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Why Meetings Kill Productivity (and What to Do About It)

Chad Brooks
Chad Brooks
Editor Staff
Updated Jan 23, 2023

Meetings take up a lot of time and contribute to the expanding workday. Learn how to make them more productive.

What research says about meeting productivity

In a report by Harvard Business Review, more than 70% of the 182 senior managers surveyed agreed that meetings are unproductive and inefficient. Respondents said meetings keep them from completing their own work (65% ), come at the expense of deep thinking (64%), and miss opportunities to bring the team closer together (62%).

A study conducted by Beenote showed that lack of participant preparation (28%), lack of team communication (20%), time allocated is not observed (17%), lack of follow-up tasks (25%), and lack of minute keeping (13%) are among the top problems with unproductive meetings.

Beyond reduced productivity, excessive meetings can even pose a health threat. According to Public Health England CEO, Duncan Selbie, sitting in meetings slows down metabolism and reduces the body’s capacity to regulate its sugar and thus blood pressure. These effects can lead to obesity, diabetes, cancer, and even death.

How to make the most of your meeting time

It’s probably unrealistic to think about scrapping meetings altogether. However, significantly reducing both the frequency and amount of time spent in them could increase employee satisfaction and productivity. Here are 10 ways to facilitate more productive meetings:

1. Try a walking meeting.

Consider having walking meetings rather than sitting down. Walking meetings can be a benefit for participants’ health. The previously mentioned Beenote survey found that meetings are most meetings last between 30 minutes and one hour. If you are walking at an average 20 minute per mile pace (about 2,000 steps per mile), that could result in an extra 3,000 to 6,000 steps per meeting.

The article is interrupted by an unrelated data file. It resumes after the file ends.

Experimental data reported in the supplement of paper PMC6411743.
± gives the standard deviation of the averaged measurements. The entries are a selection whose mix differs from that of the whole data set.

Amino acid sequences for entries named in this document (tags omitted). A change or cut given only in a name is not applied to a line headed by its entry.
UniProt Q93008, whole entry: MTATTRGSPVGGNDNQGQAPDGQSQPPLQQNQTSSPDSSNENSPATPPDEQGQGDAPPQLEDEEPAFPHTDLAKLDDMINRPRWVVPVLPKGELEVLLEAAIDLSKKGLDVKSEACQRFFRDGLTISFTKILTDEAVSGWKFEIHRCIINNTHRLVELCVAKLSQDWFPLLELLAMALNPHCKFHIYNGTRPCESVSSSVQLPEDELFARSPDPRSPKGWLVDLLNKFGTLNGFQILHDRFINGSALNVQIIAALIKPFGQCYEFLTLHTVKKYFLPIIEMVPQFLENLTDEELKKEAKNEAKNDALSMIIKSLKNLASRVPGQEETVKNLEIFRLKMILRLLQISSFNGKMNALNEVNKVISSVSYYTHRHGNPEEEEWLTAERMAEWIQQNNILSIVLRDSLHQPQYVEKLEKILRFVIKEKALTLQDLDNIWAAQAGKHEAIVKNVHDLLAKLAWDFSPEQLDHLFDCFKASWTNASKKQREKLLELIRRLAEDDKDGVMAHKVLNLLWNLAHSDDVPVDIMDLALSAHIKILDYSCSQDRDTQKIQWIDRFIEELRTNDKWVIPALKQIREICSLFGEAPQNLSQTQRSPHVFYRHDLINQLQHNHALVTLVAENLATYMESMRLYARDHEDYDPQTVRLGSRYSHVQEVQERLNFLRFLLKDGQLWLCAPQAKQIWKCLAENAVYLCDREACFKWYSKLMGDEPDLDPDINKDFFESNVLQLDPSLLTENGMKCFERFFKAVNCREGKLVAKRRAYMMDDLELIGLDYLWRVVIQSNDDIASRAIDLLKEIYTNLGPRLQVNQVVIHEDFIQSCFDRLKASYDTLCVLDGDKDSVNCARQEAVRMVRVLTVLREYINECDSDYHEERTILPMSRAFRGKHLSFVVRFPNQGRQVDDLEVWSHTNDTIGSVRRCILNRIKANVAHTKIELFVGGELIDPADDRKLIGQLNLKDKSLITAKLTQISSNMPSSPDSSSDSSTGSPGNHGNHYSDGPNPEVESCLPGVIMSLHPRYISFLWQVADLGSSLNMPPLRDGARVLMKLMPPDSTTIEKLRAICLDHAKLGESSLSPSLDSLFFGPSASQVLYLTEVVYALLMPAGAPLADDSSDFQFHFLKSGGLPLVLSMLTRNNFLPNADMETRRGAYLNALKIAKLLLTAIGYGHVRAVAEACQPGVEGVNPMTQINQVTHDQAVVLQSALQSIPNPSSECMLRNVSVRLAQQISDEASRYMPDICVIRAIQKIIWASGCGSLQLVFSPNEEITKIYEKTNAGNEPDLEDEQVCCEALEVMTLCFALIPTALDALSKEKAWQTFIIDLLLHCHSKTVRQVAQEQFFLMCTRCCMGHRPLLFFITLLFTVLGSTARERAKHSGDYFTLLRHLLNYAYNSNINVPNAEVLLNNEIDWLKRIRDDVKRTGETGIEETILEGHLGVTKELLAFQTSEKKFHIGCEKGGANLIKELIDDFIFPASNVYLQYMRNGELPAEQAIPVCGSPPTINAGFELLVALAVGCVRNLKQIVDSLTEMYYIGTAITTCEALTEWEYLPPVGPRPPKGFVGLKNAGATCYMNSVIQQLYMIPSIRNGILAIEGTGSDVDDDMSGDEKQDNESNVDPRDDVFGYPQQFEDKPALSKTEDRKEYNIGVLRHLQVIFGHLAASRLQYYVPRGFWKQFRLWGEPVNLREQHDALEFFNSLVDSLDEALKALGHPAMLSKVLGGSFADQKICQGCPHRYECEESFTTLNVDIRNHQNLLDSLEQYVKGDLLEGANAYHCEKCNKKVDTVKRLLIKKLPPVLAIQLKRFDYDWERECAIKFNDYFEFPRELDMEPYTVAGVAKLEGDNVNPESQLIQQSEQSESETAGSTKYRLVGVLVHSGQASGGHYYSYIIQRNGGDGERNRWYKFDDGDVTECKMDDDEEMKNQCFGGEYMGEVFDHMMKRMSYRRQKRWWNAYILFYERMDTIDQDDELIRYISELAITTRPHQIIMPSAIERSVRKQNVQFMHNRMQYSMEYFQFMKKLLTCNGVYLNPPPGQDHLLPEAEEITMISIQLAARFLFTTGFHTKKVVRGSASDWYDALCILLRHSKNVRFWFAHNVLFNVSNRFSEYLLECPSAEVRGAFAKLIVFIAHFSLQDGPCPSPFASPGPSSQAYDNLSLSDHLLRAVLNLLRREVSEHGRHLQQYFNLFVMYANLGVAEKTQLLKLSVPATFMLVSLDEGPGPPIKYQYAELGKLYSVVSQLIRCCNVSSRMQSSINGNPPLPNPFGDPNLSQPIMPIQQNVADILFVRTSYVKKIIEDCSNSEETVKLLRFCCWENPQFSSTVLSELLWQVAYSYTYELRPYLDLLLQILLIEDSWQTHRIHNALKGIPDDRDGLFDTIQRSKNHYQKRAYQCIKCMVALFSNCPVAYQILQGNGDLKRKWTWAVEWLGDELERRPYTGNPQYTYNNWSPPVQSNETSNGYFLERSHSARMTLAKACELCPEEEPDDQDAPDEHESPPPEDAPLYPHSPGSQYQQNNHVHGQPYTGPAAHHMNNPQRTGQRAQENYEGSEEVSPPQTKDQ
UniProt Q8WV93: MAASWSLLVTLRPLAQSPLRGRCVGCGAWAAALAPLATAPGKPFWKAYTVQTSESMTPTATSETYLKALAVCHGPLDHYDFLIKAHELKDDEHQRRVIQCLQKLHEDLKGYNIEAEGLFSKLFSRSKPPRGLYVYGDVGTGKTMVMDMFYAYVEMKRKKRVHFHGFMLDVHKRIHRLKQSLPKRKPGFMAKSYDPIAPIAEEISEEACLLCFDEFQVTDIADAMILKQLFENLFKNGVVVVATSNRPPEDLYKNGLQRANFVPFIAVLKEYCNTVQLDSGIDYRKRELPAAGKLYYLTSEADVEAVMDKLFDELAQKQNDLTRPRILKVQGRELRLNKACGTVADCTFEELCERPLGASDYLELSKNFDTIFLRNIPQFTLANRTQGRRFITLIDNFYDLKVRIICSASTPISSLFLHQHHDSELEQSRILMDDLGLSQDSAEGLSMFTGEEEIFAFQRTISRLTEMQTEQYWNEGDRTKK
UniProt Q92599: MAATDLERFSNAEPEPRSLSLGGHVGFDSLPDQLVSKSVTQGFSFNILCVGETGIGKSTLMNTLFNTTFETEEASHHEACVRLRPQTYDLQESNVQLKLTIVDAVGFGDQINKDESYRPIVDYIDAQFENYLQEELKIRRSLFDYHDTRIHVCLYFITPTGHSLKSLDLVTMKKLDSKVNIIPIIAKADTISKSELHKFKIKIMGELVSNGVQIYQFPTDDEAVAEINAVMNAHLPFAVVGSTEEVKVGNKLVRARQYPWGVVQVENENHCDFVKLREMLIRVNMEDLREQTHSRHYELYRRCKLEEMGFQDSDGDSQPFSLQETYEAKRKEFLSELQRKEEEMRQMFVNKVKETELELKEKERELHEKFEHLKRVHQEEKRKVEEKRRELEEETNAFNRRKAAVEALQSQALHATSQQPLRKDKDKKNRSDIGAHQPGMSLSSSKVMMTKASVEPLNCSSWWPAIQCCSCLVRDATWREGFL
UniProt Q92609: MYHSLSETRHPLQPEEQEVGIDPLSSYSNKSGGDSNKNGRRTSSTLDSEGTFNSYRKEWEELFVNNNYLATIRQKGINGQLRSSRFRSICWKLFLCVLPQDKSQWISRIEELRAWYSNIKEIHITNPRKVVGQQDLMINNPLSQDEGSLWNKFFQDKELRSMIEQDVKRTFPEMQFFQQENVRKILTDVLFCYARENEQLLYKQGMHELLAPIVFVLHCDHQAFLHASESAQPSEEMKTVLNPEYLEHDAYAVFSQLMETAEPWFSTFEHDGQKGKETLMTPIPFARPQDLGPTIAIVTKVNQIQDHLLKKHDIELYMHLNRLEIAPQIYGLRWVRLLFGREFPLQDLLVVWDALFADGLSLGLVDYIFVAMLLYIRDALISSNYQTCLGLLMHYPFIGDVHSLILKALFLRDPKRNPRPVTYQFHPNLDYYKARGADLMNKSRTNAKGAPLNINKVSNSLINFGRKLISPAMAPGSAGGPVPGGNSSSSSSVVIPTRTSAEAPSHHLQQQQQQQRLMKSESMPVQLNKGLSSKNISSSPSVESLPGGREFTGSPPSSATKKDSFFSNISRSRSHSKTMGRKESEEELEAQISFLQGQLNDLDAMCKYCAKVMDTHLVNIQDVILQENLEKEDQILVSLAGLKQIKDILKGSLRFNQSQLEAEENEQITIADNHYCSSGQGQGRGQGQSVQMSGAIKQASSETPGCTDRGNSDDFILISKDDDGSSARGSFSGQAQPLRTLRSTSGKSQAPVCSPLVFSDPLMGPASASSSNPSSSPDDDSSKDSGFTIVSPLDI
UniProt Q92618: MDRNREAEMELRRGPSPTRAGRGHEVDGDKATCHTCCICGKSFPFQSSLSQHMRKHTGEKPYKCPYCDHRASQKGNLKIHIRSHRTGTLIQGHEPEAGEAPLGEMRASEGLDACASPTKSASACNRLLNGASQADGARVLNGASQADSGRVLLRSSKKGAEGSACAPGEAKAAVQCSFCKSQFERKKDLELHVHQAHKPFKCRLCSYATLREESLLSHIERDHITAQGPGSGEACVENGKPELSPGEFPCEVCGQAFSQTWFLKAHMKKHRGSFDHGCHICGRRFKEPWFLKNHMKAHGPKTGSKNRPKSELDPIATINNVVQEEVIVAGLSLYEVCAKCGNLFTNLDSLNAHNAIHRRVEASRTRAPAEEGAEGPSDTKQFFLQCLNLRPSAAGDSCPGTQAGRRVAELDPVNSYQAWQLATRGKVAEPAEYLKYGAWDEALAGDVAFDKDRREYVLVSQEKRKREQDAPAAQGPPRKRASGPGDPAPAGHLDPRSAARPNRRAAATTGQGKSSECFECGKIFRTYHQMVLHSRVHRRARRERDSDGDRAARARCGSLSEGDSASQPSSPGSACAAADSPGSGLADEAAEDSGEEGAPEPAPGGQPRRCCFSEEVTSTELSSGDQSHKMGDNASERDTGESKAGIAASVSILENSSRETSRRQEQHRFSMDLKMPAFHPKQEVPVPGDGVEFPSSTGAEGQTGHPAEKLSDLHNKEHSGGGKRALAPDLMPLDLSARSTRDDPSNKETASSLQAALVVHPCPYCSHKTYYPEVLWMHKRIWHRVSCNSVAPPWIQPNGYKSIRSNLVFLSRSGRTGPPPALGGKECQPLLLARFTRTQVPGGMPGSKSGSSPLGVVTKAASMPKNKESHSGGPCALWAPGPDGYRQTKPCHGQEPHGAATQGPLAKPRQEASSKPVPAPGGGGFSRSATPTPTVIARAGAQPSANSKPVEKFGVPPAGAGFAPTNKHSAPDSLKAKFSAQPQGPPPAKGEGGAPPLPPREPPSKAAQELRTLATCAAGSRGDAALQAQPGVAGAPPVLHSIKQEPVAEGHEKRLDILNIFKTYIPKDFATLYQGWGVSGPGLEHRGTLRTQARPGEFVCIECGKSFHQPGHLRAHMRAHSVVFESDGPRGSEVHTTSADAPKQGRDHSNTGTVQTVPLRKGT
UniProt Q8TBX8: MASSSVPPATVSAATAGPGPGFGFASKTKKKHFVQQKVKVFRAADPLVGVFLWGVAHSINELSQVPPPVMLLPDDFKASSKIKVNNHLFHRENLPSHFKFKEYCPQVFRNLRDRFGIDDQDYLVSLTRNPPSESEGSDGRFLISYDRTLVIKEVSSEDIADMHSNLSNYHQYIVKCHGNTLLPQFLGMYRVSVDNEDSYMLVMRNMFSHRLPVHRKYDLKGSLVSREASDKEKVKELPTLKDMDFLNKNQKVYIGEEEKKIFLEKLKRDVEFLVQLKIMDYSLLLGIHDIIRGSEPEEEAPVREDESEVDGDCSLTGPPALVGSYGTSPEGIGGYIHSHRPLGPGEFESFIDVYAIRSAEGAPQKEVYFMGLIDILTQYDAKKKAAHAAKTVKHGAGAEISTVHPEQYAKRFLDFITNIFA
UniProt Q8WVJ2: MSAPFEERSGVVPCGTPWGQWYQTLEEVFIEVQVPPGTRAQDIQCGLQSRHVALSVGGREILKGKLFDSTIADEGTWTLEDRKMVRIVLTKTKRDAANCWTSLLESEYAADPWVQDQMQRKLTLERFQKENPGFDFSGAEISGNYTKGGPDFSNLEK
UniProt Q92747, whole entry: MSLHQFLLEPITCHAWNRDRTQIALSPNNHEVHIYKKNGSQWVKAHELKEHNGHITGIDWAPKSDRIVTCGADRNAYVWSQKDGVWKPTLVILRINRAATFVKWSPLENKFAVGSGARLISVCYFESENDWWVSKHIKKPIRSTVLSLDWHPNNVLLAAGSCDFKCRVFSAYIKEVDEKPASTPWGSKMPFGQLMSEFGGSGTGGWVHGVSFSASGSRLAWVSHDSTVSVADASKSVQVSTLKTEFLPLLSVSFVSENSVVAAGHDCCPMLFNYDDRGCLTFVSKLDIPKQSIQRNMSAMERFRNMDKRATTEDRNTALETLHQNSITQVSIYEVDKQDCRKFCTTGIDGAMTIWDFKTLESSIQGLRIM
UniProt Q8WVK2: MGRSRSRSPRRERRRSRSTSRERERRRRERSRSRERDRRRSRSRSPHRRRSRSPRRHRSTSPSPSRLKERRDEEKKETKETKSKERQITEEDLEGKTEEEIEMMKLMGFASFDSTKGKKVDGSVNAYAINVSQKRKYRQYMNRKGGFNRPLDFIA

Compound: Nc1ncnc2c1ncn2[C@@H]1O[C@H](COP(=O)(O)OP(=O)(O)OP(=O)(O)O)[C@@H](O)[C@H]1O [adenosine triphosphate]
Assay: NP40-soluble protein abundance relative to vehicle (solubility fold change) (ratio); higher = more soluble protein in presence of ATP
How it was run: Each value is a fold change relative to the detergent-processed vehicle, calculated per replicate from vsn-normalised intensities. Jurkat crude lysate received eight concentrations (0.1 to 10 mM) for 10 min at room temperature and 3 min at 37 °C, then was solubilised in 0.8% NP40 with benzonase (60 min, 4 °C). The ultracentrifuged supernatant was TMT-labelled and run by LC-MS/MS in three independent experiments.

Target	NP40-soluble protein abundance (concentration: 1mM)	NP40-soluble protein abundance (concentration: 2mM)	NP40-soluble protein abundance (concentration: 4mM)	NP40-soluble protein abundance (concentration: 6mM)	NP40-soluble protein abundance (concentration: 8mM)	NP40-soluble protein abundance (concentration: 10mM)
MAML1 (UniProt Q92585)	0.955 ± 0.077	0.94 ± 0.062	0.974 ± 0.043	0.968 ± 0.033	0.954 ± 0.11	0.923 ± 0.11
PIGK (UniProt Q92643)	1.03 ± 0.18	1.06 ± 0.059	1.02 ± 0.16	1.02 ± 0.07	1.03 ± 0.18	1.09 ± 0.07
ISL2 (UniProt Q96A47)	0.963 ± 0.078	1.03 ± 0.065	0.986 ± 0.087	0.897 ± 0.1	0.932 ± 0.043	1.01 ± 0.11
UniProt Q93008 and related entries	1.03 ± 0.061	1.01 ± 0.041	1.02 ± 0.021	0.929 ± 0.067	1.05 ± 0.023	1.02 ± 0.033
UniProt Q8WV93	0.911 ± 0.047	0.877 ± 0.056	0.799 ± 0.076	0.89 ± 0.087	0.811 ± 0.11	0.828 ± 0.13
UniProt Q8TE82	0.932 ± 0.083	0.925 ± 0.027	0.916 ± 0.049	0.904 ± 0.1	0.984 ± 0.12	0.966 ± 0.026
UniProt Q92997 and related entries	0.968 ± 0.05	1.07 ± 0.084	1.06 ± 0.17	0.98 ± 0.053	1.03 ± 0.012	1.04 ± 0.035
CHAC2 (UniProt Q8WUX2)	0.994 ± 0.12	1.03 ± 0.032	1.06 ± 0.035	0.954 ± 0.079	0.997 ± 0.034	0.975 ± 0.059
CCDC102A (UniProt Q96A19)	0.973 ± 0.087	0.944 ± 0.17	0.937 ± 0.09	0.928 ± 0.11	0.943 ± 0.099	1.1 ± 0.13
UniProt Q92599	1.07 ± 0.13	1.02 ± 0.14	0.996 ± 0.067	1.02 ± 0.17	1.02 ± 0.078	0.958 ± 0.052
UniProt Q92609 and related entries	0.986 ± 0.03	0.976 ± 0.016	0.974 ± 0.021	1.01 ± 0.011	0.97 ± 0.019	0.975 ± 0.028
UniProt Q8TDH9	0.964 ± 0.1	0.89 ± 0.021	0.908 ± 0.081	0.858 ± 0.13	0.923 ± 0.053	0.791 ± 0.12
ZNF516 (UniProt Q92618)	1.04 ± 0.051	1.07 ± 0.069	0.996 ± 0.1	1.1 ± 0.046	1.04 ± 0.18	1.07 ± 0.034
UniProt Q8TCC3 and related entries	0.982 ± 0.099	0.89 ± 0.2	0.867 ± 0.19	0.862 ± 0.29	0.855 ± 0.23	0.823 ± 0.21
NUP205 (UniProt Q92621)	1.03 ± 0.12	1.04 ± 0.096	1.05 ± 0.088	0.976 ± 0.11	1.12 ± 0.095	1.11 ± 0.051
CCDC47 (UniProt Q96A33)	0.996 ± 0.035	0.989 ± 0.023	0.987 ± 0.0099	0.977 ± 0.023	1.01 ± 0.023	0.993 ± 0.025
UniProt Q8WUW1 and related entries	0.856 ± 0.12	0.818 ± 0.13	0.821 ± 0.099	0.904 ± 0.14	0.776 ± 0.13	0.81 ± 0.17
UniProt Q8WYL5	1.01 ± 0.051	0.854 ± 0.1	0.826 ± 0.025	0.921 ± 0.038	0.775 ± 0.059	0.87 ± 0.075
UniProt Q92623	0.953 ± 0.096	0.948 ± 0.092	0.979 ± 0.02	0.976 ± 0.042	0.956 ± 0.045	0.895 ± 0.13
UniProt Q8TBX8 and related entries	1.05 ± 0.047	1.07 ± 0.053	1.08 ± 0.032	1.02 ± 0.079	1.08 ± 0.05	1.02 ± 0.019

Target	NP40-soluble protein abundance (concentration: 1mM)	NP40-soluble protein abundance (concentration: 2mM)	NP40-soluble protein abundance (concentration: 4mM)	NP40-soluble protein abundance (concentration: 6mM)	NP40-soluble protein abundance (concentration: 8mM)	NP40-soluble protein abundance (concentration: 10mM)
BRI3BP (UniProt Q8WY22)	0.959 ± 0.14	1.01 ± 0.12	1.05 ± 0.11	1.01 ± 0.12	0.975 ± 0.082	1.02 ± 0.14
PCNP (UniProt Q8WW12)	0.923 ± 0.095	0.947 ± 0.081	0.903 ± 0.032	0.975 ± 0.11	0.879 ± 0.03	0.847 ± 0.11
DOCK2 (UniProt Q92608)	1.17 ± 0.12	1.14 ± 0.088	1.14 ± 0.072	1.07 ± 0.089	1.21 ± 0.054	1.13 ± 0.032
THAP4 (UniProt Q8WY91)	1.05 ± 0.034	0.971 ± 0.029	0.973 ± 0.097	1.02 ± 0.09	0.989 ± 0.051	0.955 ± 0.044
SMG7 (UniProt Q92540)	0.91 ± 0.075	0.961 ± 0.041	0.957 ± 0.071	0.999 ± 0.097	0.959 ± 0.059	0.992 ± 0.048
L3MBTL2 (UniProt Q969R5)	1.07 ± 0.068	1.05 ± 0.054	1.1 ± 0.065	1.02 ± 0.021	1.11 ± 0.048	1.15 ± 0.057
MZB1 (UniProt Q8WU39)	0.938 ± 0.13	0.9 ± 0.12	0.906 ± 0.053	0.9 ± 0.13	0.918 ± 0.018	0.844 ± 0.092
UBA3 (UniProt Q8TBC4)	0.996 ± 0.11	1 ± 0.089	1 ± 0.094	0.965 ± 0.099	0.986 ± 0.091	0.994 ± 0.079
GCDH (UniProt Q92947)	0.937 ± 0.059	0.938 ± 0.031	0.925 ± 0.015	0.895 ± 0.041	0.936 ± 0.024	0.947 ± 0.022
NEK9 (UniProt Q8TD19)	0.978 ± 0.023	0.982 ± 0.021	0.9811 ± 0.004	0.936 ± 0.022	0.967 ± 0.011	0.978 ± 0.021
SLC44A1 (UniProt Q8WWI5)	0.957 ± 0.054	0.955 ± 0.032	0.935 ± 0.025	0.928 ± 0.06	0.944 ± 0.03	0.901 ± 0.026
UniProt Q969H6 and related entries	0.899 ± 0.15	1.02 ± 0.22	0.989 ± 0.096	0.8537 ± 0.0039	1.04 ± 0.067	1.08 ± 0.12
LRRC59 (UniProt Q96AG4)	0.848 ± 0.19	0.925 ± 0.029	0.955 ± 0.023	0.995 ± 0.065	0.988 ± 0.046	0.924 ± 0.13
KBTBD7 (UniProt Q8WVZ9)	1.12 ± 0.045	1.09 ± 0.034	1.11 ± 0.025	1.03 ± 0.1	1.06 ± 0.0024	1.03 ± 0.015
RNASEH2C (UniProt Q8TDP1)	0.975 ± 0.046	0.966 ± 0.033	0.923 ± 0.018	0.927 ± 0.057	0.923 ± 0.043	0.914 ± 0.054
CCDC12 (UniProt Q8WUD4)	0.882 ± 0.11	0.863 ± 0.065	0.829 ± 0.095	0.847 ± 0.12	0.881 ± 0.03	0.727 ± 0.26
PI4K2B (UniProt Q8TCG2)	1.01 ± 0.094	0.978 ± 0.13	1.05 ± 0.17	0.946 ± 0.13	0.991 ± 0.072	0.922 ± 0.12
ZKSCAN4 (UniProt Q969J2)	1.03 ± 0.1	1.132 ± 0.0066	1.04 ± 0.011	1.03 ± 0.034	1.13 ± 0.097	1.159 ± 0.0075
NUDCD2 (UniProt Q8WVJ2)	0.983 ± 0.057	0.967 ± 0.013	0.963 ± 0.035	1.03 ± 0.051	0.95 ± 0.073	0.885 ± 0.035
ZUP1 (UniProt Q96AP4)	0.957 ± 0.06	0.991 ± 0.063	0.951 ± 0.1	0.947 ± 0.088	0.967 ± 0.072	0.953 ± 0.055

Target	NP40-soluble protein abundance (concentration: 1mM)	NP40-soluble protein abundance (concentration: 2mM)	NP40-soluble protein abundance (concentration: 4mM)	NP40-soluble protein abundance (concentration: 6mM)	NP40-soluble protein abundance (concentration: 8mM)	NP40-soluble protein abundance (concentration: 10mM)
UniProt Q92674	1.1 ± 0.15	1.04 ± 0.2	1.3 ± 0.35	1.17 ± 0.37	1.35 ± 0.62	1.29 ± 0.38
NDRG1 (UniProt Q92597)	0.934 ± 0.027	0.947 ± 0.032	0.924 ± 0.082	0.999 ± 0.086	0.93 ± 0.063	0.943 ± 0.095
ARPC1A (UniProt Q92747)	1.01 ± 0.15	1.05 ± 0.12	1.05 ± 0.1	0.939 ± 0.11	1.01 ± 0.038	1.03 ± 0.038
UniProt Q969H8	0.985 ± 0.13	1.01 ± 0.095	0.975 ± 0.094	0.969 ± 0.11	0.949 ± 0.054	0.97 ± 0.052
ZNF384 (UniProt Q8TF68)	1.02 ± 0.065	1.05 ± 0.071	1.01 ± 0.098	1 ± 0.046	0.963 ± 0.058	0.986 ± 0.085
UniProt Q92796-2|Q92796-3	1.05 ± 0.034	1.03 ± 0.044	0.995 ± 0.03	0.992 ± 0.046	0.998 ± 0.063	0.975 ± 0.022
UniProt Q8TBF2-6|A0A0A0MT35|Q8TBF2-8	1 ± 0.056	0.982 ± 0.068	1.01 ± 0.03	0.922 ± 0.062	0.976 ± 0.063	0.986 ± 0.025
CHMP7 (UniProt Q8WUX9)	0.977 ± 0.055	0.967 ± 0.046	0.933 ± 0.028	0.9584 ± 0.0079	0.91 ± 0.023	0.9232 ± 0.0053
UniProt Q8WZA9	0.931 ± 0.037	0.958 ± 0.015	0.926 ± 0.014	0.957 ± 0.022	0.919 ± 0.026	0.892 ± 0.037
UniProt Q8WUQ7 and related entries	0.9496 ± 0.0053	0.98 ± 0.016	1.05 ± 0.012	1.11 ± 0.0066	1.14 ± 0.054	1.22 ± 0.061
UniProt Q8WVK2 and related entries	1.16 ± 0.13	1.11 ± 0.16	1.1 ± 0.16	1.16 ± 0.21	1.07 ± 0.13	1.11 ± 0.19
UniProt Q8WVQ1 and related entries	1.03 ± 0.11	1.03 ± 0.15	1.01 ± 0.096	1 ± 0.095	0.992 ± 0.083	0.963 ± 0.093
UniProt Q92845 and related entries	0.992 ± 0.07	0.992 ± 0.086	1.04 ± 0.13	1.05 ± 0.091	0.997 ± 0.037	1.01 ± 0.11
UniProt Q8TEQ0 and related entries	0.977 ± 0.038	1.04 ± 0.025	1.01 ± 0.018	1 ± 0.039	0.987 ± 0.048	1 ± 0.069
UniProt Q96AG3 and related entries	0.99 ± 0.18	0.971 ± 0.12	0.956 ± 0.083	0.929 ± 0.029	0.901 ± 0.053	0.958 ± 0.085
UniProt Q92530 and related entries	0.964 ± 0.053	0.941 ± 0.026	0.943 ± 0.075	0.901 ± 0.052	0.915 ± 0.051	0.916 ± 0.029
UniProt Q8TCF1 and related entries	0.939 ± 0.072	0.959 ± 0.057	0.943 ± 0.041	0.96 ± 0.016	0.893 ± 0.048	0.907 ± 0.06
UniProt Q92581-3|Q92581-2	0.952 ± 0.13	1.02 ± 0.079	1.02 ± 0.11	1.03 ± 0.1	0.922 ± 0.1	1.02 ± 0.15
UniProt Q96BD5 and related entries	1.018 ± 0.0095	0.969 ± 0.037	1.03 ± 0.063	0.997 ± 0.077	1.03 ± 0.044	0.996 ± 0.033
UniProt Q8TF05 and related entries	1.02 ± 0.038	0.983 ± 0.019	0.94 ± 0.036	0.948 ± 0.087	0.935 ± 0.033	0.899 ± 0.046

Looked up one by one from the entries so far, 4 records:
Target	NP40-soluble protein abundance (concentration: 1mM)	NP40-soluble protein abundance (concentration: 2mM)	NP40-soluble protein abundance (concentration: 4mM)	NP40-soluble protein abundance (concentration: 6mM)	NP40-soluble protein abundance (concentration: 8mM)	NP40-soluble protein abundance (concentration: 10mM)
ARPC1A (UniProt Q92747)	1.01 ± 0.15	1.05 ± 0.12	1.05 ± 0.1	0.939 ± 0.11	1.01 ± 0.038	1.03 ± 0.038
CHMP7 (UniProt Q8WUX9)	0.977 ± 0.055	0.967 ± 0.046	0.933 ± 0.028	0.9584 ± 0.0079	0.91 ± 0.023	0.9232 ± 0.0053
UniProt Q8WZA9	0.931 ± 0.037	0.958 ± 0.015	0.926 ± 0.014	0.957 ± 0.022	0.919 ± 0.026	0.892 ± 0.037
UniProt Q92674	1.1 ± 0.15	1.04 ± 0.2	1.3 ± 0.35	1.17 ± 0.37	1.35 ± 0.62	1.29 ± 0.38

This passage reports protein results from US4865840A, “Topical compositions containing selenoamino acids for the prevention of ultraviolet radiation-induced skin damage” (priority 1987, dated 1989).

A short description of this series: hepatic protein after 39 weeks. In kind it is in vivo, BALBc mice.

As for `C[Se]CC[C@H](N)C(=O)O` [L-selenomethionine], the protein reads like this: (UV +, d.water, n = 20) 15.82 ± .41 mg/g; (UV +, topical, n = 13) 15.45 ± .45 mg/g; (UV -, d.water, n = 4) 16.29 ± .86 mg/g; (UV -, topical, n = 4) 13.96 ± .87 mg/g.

Since 60% of surveyed participants said they have meetings several times a week, this could result in some serious overall health benefits. Additionally, employees may save some personal time after work that they otherwise would have spent walking anyway, improving their work-life balance.

2. Set strict time limits.

Your employees’ time is valuable, so limit the length of the meeting to one hour, or less, if you can. And end the meeting on time, even if the agenda topic is not completed. When you set strict time limits, employees can better plan their workday around the meeting, with the expectation that they will be released from the meeting on time. Additionally, this will force meeting planners to condense their agendas to only the topics that really matter.

3. Create and distribute a meeting agenda ahead of time.

Have a clear agenda distributed in advance that announces the goal of the meeting and anticipated outcomes. Ensure the agenda has a limited number of action and discussion items. This meeting agenda will help keep the meeting on track and can help you stick to your anticipated time limit.

4. Decide on clear, assigned action items for after the meeting.